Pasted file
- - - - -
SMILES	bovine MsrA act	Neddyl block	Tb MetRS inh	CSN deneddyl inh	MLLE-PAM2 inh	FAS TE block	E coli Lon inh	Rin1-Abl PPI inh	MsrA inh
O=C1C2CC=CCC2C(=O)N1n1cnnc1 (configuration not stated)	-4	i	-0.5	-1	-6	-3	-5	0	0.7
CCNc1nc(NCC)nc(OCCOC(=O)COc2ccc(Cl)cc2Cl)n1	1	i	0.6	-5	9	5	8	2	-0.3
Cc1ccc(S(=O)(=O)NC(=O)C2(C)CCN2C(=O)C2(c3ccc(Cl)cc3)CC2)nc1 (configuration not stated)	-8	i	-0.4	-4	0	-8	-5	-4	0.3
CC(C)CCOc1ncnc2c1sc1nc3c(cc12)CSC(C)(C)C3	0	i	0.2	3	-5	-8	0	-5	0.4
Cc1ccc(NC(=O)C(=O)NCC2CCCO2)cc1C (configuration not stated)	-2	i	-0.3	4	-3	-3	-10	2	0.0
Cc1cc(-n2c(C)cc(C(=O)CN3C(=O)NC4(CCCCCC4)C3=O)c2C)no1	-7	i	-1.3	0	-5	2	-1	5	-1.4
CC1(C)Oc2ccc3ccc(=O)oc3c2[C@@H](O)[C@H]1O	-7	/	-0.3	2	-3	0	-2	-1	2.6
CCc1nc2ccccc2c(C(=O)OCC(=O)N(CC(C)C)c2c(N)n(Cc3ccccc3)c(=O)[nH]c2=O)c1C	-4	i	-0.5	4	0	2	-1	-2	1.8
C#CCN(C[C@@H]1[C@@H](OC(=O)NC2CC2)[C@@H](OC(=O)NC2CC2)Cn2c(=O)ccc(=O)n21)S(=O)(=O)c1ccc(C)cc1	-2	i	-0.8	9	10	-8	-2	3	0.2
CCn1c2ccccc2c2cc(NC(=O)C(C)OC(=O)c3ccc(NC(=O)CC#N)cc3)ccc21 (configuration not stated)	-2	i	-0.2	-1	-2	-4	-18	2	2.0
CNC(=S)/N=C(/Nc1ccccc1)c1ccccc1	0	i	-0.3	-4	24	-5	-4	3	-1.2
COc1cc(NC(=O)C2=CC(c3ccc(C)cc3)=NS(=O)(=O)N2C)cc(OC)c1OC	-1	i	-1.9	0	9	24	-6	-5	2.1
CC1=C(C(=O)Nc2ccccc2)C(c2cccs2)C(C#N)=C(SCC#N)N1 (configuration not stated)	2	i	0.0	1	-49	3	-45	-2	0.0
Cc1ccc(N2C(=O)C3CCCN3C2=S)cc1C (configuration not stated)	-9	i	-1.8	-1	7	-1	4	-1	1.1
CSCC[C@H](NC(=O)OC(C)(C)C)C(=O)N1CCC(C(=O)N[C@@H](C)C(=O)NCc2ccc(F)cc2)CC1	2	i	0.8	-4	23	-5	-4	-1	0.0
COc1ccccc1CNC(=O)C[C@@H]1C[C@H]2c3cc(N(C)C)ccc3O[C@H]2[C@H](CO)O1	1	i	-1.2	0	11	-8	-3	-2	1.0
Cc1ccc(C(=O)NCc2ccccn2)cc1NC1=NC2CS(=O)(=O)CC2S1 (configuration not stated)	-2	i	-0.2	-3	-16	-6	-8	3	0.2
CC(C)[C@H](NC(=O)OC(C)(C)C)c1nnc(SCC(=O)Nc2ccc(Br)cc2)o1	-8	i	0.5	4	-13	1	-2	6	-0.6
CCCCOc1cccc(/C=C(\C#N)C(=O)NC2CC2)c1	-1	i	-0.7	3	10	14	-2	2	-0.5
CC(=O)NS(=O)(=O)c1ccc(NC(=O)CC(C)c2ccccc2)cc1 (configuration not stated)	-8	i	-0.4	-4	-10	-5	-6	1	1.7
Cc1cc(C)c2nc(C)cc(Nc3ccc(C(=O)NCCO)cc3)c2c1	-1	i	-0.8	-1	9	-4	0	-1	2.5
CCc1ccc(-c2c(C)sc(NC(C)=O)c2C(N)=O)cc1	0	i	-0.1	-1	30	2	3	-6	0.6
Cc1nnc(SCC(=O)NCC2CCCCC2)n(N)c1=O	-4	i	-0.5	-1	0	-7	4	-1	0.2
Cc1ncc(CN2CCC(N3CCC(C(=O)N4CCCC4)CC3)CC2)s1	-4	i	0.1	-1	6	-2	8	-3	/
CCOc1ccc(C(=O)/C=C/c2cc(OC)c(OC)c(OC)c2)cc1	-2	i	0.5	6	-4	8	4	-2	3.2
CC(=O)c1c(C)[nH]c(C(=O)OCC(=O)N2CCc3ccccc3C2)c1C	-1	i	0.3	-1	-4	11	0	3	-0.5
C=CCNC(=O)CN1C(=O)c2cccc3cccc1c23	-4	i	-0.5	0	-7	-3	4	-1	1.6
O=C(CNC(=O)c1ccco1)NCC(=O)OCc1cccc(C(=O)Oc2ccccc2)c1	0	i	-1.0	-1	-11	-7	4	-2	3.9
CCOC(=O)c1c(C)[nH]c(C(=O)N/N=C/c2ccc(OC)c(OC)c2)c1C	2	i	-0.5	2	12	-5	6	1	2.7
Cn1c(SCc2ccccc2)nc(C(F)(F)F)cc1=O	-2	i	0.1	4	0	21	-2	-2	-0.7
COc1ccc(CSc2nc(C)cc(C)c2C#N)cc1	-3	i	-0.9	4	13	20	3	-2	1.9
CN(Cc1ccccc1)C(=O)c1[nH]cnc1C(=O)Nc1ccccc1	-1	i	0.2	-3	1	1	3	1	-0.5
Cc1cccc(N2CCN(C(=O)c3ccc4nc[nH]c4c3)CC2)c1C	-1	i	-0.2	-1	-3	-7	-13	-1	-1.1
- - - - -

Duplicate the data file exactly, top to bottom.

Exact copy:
SMILES	bovine MsrA act	Neddyl block	Tb MetRS inh	CSN deneddyl inh	MLLE-PAM2 inh	FAS TE block	E coli Lon inh	Rin1-Abl PPI inh	MsrA inh
O=C1C2CC=CCC2C(=O)N1n1cnnc1 (configuration not stated)	-4	i	-0.5	-1	-6	-3	-5	0	0.7
CCNc1nc(NCC)nc(OCCOC(=O)COc2ccc(Cl)cc2Cl)n1	1	i	0.6	-5	9	5	8	2	-0.3
Cc1ccc(S(=O)(=O)NC(=O)C2(C)CCN2C(=O)C2(c3ccc(Cl)cc3)CC2)nc1 (configuration not stated)	-8	i	-0.4	-4	0	-8	-5	-4	0.3
CC(C)CCOc1ncnc2c1sc1nc3c(cc12)CSC(C)(C)C3	0	i	0.2	3	-5	-8	0	-5	0.4
Cc1ccc(NC(=O)C(=O)NCC2CCCO2)cc1C (configuration not stated)	-2	i	-0.3	4	-3	-3	-10	2	0.0
Cc1cc(-n2c(C)cc(C(=O)CN3C(=O)NC4(CCCCCC4)C3=O)c2C)no1	-7	i	-1.3	0	-5	2	-1	5	-1.4
CC1(C)Oc2ccc3ccc(=O)oc3c2[C@@H](O)[C@H]1O	-7	/	-0.3	2	-3	0	-2	-1	2.6
CCc1nc2ccccc2c(C(=O)OCC(=O)N(CC(C)C)c2c(N)n(Cc3ccccc3)c(=O)[nH]c2=O)c1C	-4	i	-0.5	4	0	2	-1	-2	1.8
C#CCN(C[C@@H]1[C@@H](OC(=O)NC2CC2)[C@@H](OC(=O)NC2CC2)Cn2c(=O)ccc(=O)n21)S(=O)(=O)c1ccc(C)cc1	-2	i	-0.8	9	10	-8	-2	3	0.2
CCn1c2ccccc2c2cc(NC(=O)C(C)OC(=O)c3ccc(NC(=O)CC#N)cc3)ccc21 (configuration not stated)	-2	i	-0.2	-1	-2	-4	-18	2	2.0
CNC(=S)/N=C(/Nc1ccccc1)c1ccccc1	0	i	-0.3	-4	24	-5	-4	3	-1.2
COc1cc(NC(=O)C2=CC(c3ccc(C)cc3)=NS(=O)(=O)N2C)cc(OC)c1OC	-1	i	-1.9	0	9	24	-6	-5	2.1
CC1=C(C(=O)Nc2ccccc2)C(c2cccs2)C(C#N)=C(SCC#N)N1 (configuration not stated)	2	i	0.0	1	-49	3	-45	-2	0.0
Cc1ccc(N2C(=O)C3CCCN3C2=S)cc1C (configuration not stated)	-9	i	-1.8	-1	7	-1	4	-1	1.1
CSCC[C@H](NC(=O)OC(C)(C)C)C(=O)N1CCC(C(=O)N[C@@H](C)C(=O)NCc2ccc(F)cc2)CC1	2	i	0.8	-4	23	-5	-4	-1	0.0
COc1ccccc1CNC(=O)C[C@@H]1C[C@H]2c3cc(N(C)C)ccc3O[C@H]2[C@H](CO)O1	1	i	-1.2	0	11	-8	-3	-2	1.0
Cc1ccc(C(=O)NCc2ccccn2)cc1NC1=NC2CS(=O)(=O)CC2S1 (configuration not stated)	-2	i	-0.2	-3	-16	-6	-8	3	0.2
CC(C)[C@H](NC(=O)OC(C)(C)C)c1nnc(SCC(=O)Nc2ccc(Br)cc2)o1	-8	i	0.5	4	-13	1	-2	6	-0.6
CCCCOc1cccc(/C=C(\C#N)C(=O)NC2CC2)c1	-1	i	-0.7	3	10	14	-2	2	-0.5
CC(=O)NS(=O)(=O)c1ccc(NC(=O)CC(C)c2ccccc2)cc1 (configuration not stated)	-8	i	-0.4	-4	-10	-5	-6	1	1.7
Cc1cc(C)c2nc(C)cc(Nc3ccc(C(=O)NCCO)cc3)c2c1	-1	i	-0.8	-1	9	-4	0	-1	2.5
CCc1ccc(-c2c(C)sc(NC(C)=O)c2C(N)=O)cc1	0	i	-0.1	-1	30	2	3	-6	0.6
Cc1nnc(SCC(=O)NCC2CCCCC2)n(N)c1=O	-4	i	-0.5	-1	0	-7	4	-1	0.2
Cc1ncc(CN2CCC(N3CCC(C(=O)N4CCCC4)CC3)CC2)s1	-4	i	0.1	-1	6	-2	8	-3	/
CCOc1ccc(C(=O)/C=C/c2cc(OC)c(OC)c(OC)c2)cc1	-2	i	0.5	6	-4	8	4	-2	3.2
CC(=O)c1c(C)[nH]c(C(=O)OCC(=O)N2CCc3ccccc3C2)c1C	-1	i	0.3	-1	-4	11	0	3	-0.5
C=CCNC(=O)CN1C(=O)c2cccc3cccc1c23	-4	i	-0.5	0	-7	-3	4	-1	1.6
O=C(CNC(=O)c1ccco1)NCC(=O)OCc1cccc(C(=O)Oc2ccccc2)c1	0	i	-1.0	-1	-11	-7	4	-2	3.9
CCOC(=O)c1c(C)[nH]c(C(=O)N/N=C/c2ccc(OC)c(OC)c2)c1C	2	i	-0.5	2	12	-5	6	1	2.7
Cn1c(SCc2ccccc2)nc(C(F)(F)F)cc1=O	-2	i	0.1	4	0	21	-2	-2	-0.7
COc1ccc(CSc2nc(C)cc(C)c2C#N)cc1	-3	i	-0.9	4	13	20	3	-2	1.9
CN(Cc1ccccc1)C(=O)c1[nH]cnc1C(=O)Nc1ccccc1	-1	i	0.2	-3	1	1	3	1	-0.5
Cc1cccc(N2CCN(C(=O)c3ccc4nc[nH]c4c3)CC2)c1C	-1	i	-0.2	-1	-3	-7	-13	-1	-1.1